With an About Us page, Mission, Values, Locations, Contact Us and other pages, you can explain, in your own words, what your business is and what it’s about. Consider all of the common questions a customer might have about your business. This is the place to answer them.

Your website let you organize information in a way that makes sense. On a single landing page, all your information would be stacked and users probably wouldn’t scroll to the information towards the bottom. The key is to organize your web content in a customer-centric way. Remember, what makes sense to you might not make sense to your target market. Some user testing can help you decide which pages should go where.

Explain Your Products or Services

Users searching general terms like “landscaping,” “dentist,” or “blue dresses” probably need more information before buying. They might not be sure exactly what they need, or what’s available. With your website, you can show what you offer in detail, and encourage customers to dig deeper.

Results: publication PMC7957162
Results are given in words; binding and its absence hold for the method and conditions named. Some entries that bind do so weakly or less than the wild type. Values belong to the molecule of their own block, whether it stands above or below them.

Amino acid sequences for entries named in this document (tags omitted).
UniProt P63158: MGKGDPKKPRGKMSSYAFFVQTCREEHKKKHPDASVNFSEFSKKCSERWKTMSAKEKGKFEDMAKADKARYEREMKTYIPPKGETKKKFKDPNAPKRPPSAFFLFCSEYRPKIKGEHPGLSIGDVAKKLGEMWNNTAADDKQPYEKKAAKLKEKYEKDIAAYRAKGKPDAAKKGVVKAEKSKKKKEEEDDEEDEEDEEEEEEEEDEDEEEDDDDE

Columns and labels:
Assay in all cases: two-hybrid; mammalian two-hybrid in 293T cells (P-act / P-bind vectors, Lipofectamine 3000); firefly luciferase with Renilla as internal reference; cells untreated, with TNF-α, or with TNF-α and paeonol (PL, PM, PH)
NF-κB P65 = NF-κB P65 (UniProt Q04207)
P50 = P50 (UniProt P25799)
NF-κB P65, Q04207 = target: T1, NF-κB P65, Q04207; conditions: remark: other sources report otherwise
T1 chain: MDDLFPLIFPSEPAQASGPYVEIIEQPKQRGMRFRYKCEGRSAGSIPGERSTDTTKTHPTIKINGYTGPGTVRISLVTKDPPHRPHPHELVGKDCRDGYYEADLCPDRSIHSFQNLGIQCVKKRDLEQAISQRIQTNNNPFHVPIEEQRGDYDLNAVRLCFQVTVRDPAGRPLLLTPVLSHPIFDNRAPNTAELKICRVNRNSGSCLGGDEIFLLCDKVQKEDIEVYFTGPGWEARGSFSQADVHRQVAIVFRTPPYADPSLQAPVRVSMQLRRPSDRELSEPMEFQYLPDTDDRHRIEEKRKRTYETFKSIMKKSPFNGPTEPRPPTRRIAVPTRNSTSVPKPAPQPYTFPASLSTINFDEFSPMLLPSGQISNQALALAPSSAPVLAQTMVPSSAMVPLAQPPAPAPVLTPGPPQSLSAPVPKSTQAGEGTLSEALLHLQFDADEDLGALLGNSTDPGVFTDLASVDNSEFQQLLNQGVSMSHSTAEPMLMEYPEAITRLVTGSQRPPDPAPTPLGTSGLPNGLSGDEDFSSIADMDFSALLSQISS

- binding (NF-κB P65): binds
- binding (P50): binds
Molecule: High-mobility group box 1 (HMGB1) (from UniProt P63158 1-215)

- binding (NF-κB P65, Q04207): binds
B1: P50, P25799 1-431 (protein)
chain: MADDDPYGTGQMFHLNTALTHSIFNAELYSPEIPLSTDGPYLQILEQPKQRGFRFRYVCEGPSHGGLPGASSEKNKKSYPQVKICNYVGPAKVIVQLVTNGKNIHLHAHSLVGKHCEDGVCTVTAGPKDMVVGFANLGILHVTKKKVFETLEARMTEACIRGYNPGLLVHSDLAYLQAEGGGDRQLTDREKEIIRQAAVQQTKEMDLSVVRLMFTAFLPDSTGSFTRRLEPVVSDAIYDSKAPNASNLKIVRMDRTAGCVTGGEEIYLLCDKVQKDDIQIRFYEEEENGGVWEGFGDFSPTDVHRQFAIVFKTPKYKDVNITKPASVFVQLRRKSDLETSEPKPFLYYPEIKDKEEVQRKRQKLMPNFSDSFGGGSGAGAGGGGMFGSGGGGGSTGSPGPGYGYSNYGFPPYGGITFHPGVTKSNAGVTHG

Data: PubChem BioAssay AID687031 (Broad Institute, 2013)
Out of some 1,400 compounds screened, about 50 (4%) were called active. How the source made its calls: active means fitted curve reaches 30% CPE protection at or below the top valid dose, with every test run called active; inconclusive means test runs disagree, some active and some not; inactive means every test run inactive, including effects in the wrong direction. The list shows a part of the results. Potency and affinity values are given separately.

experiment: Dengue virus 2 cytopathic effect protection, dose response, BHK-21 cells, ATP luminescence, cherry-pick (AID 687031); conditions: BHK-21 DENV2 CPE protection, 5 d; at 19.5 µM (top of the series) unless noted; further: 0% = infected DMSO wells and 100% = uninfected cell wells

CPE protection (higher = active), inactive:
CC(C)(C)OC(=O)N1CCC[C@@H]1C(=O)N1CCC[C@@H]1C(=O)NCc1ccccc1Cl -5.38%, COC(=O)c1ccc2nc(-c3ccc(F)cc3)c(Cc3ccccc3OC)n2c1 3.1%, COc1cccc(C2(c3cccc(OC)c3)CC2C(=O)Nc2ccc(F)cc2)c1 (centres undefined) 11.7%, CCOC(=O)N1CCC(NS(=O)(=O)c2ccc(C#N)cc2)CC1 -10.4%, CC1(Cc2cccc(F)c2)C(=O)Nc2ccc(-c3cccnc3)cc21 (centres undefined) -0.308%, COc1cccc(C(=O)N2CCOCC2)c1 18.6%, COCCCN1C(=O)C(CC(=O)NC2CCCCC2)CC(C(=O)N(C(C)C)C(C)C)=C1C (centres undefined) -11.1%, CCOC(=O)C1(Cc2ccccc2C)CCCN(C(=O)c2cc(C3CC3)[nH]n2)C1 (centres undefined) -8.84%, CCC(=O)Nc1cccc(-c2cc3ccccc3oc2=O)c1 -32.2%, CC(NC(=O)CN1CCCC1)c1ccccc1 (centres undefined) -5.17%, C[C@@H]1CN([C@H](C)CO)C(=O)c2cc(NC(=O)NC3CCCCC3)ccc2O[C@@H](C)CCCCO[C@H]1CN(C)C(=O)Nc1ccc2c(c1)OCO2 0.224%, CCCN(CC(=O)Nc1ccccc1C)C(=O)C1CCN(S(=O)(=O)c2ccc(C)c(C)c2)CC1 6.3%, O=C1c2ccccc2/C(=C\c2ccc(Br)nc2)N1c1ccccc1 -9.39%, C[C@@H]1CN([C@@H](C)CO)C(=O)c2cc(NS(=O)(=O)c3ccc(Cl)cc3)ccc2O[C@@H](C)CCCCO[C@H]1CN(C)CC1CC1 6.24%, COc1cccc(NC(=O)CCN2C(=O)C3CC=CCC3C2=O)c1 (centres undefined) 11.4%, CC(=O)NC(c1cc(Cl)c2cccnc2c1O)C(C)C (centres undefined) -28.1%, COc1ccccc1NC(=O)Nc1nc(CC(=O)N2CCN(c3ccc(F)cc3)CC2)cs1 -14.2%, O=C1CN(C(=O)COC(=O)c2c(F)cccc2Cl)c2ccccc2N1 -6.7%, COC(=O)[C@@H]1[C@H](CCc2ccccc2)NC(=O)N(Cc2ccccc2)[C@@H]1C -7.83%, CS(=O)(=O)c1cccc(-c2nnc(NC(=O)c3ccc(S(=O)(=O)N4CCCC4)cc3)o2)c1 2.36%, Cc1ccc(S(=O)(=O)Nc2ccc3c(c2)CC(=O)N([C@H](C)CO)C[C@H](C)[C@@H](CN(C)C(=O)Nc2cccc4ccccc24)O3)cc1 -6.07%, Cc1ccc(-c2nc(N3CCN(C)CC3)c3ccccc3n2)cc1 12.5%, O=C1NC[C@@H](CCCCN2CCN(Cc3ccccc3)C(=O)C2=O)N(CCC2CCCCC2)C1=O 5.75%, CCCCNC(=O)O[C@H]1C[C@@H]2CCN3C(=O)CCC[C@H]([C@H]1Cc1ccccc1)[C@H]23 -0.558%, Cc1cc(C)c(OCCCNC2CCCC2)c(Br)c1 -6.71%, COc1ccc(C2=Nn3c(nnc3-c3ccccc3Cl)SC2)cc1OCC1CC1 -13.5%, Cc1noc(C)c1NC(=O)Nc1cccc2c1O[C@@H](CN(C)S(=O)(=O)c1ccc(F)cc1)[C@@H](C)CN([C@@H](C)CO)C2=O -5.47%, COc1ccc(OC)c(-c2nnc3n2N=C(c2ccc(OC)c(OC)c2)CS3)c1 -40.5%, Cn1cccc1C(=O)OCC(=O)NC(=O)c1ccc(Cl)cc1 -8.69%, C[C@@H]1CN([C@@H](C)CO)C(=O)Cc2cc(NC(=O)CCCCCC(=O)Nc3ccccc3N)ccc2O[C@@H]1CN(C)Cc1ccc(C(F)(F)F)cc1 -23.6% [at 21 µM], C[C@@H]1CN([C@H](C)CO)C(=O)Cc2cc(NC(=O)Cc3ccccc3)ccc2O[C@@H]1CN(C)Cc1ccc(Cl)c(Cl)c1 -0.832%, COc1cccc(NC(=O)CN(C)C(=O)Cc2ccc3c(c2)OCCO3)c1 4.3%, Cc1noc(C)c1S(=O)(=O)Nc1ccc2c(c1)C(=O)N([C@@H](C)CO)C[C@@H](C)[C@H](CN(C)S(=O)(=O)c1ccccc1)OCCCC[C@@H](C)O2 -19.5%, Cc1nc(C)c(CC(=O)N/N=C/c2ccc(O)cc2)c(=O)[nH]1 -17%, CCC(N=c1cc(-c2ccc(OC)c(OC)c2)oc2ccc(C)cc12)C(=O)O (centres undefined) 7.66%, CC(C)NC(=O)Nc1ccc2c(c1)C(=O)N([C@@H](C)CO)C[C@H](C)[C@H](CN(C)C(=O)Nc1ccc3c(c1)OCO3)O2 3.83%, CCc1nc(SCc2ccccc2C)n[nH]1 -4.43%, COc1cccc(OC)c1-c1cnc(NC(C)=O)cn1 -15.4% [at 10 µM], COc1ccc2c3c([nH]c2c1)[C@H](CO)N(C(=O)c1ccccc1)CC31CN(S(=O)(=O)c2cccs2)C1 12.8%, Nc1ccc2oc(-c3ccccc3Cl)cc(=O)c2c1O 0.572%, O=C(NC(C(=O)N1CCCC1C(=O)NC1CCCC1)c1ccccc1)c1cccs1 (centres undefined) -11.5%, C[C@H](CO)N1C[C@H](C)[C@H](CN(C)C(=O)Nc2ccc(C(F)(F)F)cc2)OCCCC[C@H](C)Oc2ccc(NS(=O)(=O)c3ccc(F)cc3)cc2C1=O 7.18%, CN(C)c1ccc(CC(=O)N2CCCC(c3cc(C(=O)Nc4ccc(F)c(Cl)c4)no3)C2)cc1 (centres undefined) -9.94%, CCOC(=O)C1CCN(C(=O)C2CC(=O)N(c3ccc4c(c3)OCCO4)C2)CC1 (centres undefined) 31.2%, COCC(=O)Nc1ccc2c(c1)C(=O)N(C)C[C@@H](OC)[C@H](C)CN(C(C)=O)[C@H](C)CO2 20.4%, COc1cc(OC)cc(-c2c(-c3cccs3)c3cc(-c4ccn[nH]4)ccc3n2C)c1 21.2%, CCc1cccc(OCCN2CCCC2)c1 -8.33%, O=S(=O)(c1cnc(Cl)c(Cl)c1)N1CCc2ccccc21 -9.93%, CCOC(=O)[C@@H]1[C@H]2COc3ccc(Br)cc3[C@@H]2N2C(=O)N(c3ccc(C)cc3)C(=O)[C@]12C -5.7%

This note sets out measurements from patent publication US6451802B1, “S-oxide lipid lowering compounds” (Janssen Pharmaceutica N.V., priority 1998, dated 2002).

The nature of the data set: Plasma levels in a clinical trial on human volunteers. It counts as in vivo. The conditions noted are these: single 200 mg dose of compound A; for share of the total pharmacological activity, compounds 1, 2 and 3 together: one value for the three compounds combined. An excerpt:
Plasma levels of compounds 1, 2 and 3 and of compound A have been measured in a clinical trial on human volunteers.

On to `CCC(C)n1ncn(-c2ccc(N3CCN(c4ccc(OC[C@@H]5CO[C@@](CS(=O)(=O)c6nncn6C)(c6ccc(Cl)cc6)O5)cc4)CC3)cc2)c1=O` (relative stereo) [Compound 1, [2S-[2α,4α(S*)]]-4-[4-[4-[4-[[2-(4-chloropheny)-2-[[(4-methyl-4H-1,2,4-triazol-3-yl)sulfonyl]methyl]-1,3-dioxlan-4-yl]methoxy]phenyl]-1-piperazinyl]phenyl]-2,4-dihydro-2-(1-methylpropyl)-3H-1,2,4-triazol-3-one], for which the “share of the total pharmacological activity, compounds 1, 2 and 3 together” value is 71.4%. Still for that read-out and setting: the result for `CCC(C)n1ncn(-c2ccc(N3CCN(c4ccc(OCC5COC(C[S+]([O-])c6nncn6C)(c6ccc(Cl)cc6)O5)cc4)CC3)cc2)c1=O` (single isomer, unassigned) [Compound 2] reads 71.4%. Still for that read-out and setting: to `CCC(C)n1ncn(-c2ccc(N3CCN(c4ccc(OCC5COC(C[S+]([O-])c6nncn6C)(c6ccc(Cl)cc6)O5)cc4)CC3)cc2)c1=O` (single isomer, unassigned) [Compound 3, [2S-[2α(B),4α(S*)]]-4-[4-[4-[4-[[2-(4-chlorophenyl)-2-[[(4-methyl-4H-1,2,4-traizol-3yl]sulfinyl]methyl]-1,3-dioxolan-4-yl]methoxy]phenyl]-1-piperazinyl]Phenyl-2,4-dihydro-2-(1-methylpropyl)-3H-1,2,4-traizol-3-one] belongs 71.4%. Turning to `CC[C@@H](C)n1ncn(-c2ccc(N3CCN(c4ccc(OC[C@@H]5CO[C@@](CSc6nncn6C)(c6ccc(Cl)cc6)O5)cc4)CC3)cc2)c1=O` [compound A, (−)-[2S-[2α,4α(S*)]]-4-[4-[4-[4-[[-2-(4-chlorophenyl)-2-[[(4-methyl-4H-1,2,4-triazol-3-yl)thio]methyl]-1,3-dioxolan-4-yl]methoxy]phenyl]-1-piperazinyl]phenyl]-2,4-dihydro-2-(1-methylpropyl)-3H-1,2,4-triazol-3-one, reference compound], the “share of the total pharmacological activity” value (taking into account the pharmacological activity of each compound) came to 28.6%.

Keep in mind that the purpose of a website is to inform, not necessarily to sell—that’s the landing page’s job. It’s best to make your website helpful and informational. Here are a few scenarios where you would need a website, and what this part of your website might look like.

  • E-commerce: Like aisles in a shop, different pages within your online store organize your products by brand or type. You can also describe each product category and answer questions or highlight key features.

  • Providing Services: With dedicated service pages, users can find what they’re looking for more easily. This also makes your message clearer, and ensures each service gets the attention it deserves.

  • Different Locations: When each location has a page on your website, visitors can learn more about the location near them without making a separate search. You’ll want to use location-specific keywords on the right pages to improve your Google ranking. We’ll discuss this in more detail later in the post.

Provide a Function

If you offer a way to make online orders, schedule an appointment, or download research, you’ll need more than one page. This online service section is connected to the public part of your website, however it would be “gated”, meaning it requires login information to access. Leads, customers, or staff might access this functionality.

Here are some examples of functions your website might provide.

  • Store: If you’re selling products, you’ll need several pages to safely collect customers’ information and bring them through the buying process.

  • Scheduling: You may use a calendar, appointment log, or a form to complete this, but all these will require multiple pages.